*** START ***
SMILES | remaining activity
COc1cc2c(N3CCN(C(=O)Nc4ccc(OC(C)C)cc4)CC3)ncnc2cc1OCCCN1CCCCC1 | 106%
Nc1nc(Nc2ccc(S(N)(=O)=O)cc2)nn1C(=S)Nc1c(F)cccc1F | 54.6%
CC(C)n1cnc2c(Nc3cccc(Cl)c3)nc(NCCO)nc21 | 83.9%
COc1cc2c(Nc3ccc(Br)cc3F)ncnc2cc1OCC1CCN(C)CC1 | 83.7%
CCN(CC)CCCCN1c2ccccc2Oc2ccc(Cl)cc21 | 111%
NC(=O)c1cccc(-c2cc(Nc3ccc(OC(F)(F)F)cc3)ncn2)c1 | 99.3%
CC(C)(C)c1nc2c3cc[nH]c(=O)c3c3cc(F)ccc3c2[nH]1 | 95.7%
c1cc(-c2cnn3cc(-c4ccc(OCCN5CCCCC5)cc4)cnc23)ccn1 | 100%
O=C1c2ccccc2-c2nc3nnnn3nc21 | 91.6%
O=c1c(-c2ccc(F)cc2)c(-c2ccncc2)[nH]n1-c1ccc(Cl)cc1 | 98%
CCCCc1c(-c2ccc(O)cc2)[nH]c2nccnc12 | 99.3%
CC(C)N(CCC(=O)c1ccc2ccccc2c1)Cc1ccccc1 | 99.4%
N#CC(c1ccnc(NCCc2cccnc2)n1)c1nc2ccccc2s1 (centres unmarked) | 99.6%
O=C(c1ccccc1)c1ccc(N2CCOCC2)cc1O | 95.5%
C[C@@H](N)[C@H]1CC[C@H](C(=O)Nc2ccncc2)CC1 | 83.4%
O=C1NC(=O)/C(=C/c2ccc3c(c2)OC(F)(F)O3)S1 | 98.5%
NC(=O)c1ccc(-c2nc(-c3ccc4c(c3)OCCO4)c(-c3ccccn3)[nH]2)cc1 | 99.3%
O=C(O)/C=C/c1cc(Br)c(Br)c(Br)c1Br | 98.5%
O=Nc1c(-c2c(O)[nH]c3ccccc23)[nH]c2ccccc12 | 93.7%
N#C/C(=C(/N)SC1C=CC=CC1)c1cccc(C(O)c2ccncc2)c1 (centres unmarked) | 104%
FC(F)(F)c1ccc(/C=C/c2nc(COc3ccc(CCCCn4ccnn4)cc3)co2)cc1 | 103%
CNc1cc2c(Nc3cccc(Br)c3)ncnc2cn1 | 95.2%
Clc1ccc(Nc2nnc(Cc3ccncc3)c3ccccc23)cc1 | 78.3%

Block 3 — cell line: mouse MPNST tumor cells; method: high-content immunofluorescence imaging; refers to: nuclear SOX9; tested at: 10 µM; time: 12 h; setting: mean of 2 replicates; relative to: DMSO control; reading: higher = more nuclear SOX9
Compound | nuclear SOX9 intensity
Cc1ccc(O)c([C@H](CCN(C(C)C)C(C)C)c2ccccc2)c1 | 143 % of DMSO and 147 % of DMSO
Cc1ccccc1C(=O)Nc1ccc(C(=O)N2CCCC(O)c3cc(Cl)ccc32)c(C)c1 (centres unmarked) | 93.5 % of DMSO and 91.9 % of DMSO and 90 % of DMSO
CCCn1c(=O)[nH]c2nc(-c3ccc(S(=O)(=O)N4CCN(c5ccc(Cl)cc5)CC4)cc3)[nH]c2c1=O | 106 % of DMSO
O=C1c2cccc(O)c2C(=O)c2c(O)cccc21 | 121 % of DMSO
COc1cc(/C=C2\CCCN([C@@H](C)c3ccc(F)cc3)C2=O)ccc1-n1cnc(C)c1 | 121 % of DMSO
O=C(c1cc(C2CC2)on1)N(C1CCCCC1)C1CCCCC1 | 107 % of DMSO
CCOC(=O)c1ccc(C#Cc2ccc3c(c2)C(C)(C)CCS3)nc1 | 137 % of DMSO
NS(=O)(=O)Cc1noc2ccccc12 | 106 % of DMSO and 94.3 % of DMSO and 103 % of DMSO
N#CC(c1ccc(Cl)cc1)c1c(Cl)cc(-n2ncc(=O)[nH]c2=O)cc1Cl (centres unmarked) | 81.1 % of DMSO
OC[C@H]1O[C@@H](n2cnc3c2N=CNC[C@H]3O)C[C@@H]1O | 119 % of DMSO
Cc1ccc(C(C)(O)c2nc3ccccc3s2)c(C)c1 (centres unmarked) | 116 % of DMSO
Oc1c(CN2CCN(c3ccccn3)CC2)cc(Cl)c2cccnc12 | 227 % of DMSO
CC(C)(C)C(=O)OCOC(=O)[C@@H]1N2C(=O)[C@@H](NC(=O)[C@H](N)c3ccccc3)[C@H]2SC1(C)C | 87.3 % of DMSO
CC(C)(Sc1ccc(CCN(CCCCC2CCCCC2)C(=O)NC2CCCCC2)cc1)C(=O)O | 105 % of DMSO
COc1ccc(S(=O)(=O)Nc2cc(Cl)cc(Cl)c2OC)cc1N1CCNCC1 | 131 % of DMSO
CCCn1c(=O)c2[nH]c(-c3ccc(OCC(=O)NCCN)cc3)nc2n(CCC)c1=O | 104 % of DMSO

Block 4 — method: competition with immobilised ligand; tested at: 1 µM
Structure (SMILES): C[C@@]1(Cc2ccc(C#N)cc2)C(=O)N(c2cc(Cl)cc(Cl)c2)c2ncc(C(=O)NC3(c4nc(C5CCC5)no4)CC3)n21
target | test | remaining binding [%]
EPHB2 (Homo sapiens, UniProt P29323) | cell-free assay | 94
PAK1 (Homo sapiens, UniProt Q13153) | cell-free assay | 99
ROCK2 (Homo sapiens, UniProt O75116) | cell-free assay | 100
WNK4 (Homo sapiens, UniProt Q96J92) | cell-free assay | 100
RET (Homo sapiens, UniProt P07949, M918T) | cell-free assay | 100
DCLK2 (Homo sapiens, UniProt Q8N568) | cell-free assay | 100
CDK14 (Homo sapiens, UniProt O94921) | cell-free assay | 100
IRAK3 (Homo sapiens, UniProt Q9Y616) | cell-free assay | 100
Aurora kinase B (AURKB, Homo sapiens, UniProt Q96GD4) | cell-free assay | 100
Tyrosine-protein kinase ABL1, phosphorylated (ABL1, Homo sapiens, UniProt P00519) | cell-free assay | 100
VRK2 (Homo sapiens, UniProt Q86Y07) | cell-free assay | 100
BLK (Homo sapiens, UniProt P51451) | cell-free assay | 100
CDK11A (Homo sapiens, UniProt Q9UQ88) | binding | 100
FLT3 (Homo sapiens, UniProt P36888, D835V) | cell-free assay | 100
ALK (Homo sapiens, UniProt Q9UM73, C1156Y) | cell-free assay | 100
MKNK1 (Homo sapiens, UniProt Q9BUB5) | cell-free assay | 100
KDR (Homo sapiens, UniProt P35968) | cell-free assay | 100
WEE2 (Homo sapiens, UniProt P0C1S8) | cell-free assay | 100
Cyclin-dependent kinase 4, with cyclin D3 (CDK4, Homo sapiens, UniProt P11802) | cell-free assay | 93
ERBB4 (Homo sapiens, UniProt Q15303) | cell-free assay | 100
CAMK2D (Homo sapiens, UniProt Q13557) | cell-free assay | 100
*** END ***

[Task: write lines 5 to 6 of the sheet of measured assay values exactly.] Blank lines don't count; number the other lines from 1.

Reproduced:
COc1cc2c(Nc3ccc(Br)cc3F)ncnc2cc1OCC1CCN(C)CC1 | 83.7%
CCN(CC)CCCCN1c2ccccc2Oc2ccc(Cl)cc21 | 111%